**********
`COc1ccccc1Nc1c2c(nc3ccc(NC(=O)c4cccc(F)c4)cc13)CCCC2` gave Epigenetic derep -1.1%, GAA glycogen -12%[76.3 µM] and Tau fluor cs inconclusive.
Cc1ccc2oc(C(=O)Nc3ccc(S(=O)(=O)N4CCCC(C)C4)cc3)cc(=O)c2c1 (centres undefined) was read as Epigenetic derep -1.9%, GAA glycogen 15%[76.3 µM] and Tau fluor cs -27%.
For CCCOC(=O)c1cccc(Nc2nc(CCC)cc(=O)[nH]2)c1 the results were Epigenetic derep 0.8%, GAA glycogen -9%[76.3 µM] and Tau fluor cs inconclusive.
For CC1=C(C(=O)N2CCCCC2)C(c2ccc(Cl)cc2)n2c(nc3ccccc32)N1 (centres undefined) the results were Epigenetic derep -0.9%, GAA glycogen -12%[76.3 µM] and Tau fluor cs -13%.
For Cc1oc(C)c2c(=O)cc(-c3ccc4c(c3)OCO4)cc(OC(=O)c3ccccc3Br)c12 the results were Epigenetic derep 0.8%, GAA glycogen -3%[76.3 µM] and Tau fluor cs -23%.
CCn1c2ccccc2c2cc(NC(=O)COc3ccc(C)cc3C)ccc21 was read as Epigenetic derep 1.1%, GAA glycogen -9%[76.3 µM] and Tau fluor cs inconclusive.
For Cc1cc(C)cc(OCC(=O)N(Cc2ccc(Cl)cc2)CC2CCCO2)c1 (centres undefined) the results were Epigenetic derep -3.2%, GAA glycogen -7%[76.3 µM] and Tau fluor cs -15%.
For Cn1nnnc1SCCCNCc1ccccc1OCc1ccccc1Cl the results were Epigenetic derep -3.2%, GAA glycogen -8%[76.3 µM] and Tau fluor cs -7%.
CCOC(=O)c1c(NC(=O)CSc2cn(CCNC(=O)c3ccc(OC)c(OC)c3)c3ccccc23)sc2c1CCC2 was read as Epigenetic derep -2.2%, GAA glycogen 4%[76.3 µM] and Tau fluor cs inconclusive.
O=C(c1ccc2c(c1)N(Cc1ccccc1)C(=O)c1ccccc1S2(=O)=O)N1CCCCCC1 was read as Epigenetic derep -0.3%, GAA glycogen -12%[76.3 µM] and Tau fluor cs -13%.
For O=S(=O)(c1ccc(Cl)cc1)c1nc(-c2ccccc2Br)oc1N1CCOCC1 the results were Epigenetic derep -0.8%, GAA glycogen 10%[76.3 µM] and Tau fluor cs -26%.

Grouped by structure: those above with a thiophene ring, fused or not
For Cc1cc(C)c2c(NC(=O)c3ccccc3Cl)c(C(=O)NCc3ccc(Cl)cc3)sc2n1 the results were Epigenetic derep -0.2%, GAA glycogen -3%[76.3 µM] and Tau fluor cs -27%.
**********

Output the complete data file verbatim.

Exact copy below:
`COc1ccccc1Nc1c2c(nc3ccc(NC(=O)c4cccc(F)c4)cc13)CCCC2` gave Epigenetic derep -1.1%, GAA glycogen -12%[76.3 µM] and Tau fluor cs inconclusive.
Cc1ccc2oc(C(=O)Nc3ccc(S(=O)(=O)N4CCCC(C)C4)cc3)cc(=O)c2c1 (centres undefined) was read as Epigenetic derep -1.9%, GAA glycogen 15%[76.3 µM] and Tau fluor cs -27%.
For CCCOC(=O)c1cccc(Nc2nc(CCC)cc(=O)[nH]2)c1 the results were Epigenetic derep 0.8%, GAA glycogen -9%[76.3 µM] and Tau fluor cs inconclusive.
For CC1=C(C(=O)N2CCCCC2)C(c2ccc(Cl)cc2)n2c(nc3ccccc32)N1 (centres undefined) the results were Epigenetic derep -0.9%, GAA glycogen -12%[76.3 µM] and Tau fluor cs -13%.
For Cc1oc(C)c2c(=O)cc(-c3ccc4c(c3)OCO4)cc(OC(=O)c3ccccc3Br)c12 the results were Epigenetic derep 0.8%, GAA glycogen -3%[76.3 µM] and Tau fluor cs -23%.
CCn1c2ccccc2c2cc(NC(=O)COc3ccc(C)cc3C)ccc21 was read as Epigenetic derep 1.1%, GAA glycogen -9%[76.3 µM] and Tau fluor cs inconclusive.
For Cc1cc(C)cc(OCC(=O)N(Cc2ccc(Cl)cc2)CC2CCCO2)c1 (centres undefined) the results were Epigenetic derep -3.2%, GAA glycogen -7%[76.3 µM] and Tau fluor cs -15%.
For Cn1nnnc1SCCCNCc1ccccc1OCc1ccccc1Cl the results were Epigenetic derep -3.2%, GAA glycogen -8%[76.3 µM] and Tau fluor cs -7%.
CCOC(=O)c1c(NC(=O)CSc2cn(CCNC(=O)c3ccc(OC)c(OC)c3)c3ccccc23)sc2c1CCC2 was read as Epigenetic derep -2.2%, GAA glycogen 4%[76.3 µM] and Tau fluor cs inconclusive.
O=C(c1ccc2c(c1)N(Cc1ccccc1)C(=O)c1ccccc1S2(=O)=O)N1CCCCCC1 was read as Epigenetic derep -0.3%, GAA glycogen -12%[76.3 µM] and Tau fluor cs -13%.
For O=S(=O)(c1ccc(Cl)cc1)c1nc(-c2ccccc2Br)oc1N1CCOCC1 the results were Epigenetic derep -0.8%, GAA glycogen 10%[76.3 µM] and Tau fluor cs -26%.

Grouped by structure: those above with a thiophene ring, fused or not
For Cc1cc(C)c2c(NC(=O)c3ccccc3Cl)c(C(=O)NCc3ccc(Cl)cc3)sc2n1 the results were Epigenetic derep -0.2%, GAA glycogen -3%[76.3 µM] and Tau fluor cs -27%.